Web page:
Breakout

4 Reasons Twitter’s IPO Rocked Where Facebook’s Rolled

Breakout

Twitter's (TWTR) first day of trading was a banner one. The stock priced at $26, shot up as high as $50.09 and closed the day at $44.90 a share, notching in a sweet 72% first-day gain from the IPO price.  Ask a trader why Twitter's long-awaited trading debut went off without a hitch and you're apt to hear a lot about "timing."

That's because, just 18 months after Facebook's (FB) bungled and botched initial public offering, the contrasts between Twitter's IPO are stark, and numerous.

As my co-host Jeff Macke and I discuss in the attached video, there are at least four key reasons why the micro-blogging website got off to such a strong start compared to its upstate Silicon Valley rival.

1) Timing

Not only is the stock market up 25% year-to-date and at an all time high, but it is also November, which is perennially one of the year's best months for market gains. Furthermore, within this den of bullishness, investor appetite for IPO's in general, and social media more specifically, has driven those sectors to even better performance this year.

For it's part, Facebook's May 2012 IPO was done during a downturn, which had just shaved about seven percent off the the S&P 500.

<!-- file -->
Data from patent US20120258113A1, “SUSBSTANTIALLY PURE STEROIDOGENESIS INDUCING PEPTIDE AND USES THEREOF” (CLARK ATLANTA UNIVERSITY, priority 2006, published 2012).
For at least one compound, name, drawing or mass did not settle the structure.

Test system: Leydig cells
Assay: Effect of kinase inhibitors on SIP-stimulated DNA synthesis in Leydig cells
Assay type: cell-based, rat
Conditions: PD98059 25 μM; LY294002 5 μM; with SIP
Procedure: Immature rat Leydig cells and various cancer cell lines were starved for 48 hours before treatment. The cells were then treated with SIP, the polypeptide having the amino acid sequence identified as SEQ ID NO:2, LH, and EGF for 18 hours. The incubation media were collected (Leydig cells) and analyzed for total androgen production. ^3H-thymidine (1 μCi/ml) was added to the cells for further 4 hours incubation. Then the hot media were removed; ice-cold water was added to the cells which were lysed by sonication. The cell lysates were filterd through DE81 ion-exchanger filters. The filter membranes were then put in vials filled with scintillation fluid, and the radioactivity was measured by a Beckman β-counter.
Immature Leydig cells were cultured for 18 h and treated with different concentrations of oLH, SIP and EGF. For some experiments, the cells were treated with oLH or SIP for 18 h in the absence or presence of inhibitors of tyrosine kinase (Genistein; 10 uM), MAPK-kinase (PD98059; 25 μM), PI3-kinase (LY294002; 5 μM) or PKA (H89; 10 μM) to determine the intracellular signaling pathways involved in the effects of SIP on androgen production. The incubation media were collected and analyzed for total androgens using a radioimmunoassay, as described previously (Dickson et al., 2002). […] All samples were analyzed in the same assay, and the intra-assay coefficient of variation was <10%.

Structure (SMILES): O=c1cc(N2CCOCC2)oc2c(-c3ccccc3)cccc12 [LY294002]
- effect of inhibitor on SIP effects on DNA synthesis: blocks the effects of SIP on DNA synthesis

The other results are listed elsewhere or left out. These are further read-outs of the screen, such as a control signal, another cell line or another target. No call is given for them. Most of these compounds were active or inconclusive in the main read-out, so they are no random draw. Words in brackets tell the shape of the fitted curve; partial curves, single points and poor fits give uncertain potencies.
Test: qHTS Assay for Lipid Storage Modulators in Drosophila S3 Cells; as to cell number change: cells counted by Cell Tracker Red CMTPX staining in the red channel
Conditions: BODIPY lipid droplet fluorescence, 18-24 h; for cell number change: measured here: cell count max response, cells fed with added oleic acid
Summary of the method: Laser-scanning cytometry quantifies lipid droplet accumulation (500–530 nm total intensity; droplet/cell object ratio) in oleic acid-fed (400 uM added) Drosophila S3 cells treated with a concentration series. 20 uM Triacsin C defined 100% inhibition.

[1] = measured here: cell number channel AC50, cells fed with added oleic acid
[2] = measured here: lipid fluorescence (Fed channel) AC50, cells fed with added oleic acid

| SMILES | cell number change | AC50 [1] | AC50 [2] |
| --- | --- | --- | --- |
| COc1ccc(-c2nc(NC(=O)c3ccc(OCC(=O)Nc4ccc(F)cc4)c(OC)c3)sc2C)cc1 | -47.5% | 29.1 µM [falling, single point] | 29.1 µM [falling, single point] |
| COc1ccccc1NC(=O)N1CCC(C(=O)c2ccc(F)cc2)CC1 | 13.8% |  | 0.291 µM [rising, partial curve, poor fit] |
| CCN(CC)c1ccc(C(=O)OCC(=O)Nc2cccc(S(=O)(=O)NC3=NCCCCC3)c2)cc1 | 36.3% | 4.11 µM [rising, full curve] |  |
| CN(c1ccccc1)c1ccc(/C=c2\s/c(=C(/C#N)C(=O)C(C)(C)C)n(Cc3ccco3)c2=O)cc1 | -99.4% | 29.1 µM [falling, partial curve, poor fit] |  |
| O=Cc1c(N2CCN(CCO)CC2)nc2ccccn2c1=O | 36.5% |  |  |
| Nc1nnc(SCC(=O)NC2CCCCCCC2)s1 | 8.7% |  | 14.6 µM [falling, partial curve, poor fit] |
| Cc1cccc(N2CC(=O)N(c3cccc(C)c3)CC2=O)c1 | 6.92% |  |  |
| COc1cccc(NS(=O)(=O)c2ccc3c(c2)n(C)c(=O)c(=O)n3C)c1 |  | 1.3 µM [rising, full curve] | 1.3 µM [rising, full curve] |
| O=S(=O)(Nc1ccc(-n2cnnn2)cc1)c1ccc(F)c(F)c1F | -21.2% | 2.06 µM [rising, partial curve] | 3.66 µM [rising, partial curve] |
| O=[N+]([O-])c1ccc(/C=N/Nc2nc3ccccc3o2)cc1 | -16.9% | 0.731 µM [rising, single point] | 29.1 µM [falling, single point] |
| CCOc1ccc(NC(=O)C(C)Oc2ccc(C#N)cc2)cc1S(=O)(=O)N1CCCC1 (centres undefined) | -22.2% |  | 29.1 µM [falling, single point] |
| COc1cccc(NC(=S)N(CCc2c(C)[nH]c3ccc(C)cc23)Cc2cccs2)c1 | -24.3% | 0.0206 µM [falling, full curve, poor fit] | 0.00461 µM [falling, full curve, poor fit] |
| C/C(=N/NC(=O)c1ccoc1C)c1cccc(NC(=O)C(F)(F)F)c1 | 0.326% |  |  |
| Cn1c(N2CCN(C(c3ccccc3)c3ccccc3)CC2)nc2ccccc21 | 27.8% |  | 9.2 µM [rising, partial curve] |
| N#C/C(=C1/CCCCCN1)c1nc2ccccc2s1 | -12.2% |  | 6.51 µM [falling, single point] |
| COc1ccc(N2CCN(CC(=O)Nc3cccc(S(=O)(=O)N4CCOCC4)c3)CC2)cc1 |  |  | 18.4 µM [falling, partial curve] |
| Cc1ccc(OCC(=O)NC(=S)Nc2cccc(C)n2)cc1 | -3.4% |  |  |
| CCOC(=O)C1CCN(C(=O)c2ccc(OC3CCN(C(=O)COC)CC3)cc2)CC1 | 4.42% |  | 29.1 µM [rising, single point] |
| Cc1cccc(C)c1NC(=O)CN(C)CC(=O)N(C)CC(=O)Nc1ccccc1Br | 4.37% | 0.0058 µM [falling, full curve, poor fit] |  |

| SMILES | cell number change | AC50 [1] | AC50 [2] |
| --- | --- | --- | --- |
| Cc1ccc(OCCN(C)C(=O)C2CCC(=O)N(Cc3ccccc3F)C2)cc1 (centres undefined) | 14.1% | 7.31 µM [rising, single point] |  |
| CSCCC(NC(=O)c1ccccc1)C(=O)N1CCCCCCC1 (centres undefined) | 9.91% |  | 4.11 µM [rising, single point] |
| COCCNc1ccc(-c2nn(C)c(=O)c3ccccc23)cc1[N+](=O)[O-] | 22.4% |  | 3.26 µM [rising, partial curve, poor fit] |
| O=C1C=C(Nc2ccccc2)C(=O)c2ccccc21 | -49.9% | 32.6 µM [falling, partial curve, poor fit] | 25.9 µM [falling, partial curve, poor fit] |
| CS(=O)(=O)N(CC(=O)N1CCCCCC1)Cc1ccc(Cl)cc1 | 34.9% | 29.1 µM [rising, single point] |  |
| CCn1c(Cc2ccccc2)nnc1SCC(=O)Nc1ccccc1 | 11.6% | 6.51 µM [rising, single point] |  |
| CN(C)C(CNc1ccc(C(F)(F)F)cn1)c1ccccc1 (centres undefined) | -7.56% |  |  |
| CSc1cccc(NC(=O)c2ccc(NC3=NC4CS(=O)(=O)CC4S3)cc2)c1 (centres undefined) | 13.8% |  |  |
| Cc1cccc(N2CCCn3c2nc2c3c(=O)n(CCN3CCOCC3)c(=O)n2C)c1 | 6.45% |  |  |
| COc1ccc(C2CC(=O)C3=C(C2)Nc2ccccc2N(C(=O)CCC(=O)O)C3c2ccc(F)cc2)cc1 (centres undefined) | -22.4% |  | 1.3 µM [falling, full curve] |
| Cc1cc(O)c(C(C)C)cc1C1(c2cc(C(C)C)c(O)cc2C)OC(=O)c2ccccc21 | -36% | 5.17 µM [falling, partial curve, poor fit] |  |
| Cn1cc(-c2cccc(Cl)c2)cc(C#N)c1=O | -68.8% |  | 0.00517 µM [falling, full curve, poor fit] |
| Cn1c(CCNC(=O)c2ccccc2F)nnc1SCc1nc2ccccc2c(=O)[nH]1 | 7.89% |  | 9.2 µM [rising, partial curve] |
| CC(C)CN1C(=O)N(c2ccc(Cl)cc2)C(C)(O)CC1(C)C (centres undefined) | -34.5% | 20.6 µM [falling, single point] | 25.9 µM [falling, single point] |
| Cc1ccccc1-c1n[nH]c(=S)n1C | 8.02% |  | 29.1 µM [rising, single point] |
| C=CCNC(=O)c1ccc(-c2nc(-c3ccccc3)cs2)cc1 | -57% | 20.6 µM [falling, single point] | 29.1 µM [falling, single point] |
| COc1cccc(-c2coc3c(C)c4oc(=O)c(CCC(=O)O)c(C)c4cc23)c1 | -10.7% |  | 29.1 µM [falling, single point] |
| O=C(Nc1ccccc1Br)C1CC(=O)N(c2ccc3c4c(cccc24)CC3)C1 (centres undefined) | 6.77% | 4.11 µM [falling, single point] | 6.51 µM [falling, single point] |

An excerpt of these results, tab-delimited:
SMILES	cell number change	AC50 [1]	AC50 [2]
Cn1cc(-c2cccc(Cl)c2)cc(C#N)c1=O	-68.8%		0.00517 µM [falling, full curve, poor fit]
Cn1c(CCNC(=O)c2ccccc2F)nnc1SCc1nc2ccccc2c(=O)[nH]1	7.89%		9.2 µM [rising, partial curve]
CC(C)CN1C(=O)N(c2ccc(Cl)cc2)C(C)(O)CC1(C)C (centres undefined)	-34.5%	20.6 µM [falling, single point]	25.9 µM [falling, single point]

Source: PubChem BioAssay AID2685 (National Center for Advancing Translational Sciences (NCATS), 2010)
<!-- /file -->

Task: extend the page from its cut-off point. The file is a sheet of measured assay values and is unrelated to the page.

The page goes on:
2) NYSE Nails It

It was pretty clear from the outset that Twitter's listing was essentially going to try to be the anti-Facebook. The most basic way to ensure that was to list the stock on the New York Stock Exchange, instead of the Nasdaq, which has been the customary destination for tech deals. Not only did the NYSE get the stock open and trading in under 90 minutes, but the did so at a price that facilitated an orderly marketplace. Remember, for every share of Twitter that was issued, there were orders for 30 more. Balancing that kind of imbalance is an art and the NYSE took it in stride, as they should have.

3) Why Wait?

When Facebook came to market it had a billion users, growing revenues and was already turning a profit. Its stock had been changing hands privately for years before the actual public debut, and it was a poorly kept secret on Wall Street that the inner circle of bankers and executives overseeing the deal wanted to see a $100 billion business emerge from the fracas.

Twitter, on the other hand, is still young and leaves a lot more to the imagination of investors, who proved more than willing to speculate as to what this budding business might look like - and be worth - in another year, or two or three. An 80-percent first day pop says it all, whereas Facebook shares finished their first day flat, and didn't bottom out for nearly four months.

4) First is Worst

There's a reason why test pilots are typically well paid and young. Along that same line of thinking, it would be hard to overstate the benefits Twitter derived from watching Facebook enter the public domain. But watching is only half the battle, since Twitter clearly watched, took notes, and then made sure not to repeat the same mistakes.

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